Like Trump, the owner of Boyce Hydro tried to blame environmental regulations as the cause of his negligence. The company complained that the state had threatened it with litigation because lower water levels were killing freshwater mussels. “The state agencies clearly care more about mussels living in the impoundment than they do about the people living downstream of the dams,” Mueller said in a statement.

But even as some Republicans are reportedly lobbying for Trump to revisit his pledge to invest in infrastructure — pandemic relief funding provides “a once-in-a-lifetime opportunity to give a facelift to the country,” Sen. Lindsey Graham, R-S.C., told CNN — the president awarded the largest federal building contract of his entire term in office this week. It was for his border wall. The Washington Post reports that the $1.3 billion deal to build just 42 miles of fencing along the U.S.-Mexico border was awarded to a company that has only one other border contract, and is currently under investigation by the Defense Department inspector general:

    The company that won the contract, Fisher Sand and Gravel, has been repeatedly lauded by the president in White House meetings with border officials and military commanders, the result of a long and personalized marketing pitch to Trump and ardent supporters of his barrier project.

    After its initial bids for border contracts were passed over, the company and its CEO, Tommy Fisher, cut a direct path to the president by praising him on cable news, donating to his Republican allies and cultivating ties to former Trump adviser Stephen K. Bannon, GOP Senate candidate Kris Kobach and other conservative figures in Trump’s orbit.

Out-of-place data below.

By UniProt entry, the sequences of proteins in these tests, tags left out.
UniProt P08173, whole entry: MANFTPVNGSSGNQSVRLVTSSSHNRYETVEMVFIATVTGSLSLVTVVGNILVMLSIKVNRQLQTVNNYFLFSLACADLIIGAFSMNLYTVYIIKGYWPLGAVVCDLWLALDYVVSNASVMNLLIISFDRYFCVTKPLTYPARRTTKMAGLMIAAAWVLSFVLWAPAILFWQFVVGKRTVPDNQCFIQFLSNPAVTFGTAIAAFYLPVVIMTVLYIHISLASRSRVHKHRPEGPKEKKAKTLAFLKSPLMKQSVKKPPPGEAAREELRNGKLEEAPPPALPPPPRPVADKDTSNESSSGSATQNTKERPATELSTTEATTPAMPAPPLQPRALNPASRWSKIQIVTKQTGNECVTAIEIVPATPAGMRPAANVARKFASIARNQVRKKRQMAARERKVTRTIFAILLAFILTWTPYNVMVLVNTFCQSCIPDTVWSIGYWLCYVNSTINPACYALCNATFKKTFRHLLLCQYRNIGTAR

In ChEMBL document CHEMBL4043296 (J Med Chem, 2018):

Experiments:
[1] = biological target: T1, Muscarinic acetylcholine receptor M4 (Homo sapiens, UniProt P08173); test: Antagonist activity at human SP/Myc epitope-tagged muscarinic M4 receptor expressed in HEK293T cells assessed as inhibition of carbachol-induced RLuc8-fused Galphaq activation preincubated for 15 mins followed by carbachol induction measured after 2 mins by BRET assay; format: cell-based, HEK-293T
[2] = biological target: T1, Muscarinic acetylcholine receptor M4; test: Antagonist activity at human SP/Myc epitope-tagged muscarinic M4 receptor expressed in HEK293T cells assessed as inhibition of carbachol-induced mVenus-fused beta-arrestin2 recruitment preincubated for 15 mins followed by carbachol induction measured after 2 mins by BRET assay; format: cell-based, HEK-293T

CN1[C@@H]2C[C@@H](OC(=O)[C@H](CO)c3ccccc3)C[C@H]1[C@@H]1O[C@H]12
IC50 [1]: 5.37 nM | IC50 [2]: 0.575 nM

This is what happens when conservatives decide to utilize an infrastructure budget to subsidize profitable businesses. It rained a lot in Michigan this week, but the private corporation in charge of the dam let this devastating flood happen as a direct result of its neglect and cost-cutting. And that’s without considering the downstream effects of the Dow Chemical plant, which is likely to make the danger and death from this flood much worse. Republicans, of course, will pretend to be mystified.

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« Reply #14 on: May 26, 2020, 03:12 AM »

Climate change is turning parts of Antarctica green, say scientists

Researchers map ‘beginning of new ecosystem’ as algae bloom across surface of melting snow

Jonathan Watts
26 May 2020 10.00 BST

Scientists have created the first large-scale map of microscopic algae on the Antarctic peninsula as they bloom across the surface of the melting snow, tinting the surface green and potentially creating a source of nutrition for other species.

The British team behind the research believe these blooms will expand their range in the future because global heating is creating more of the slushy conditions they need to thrive.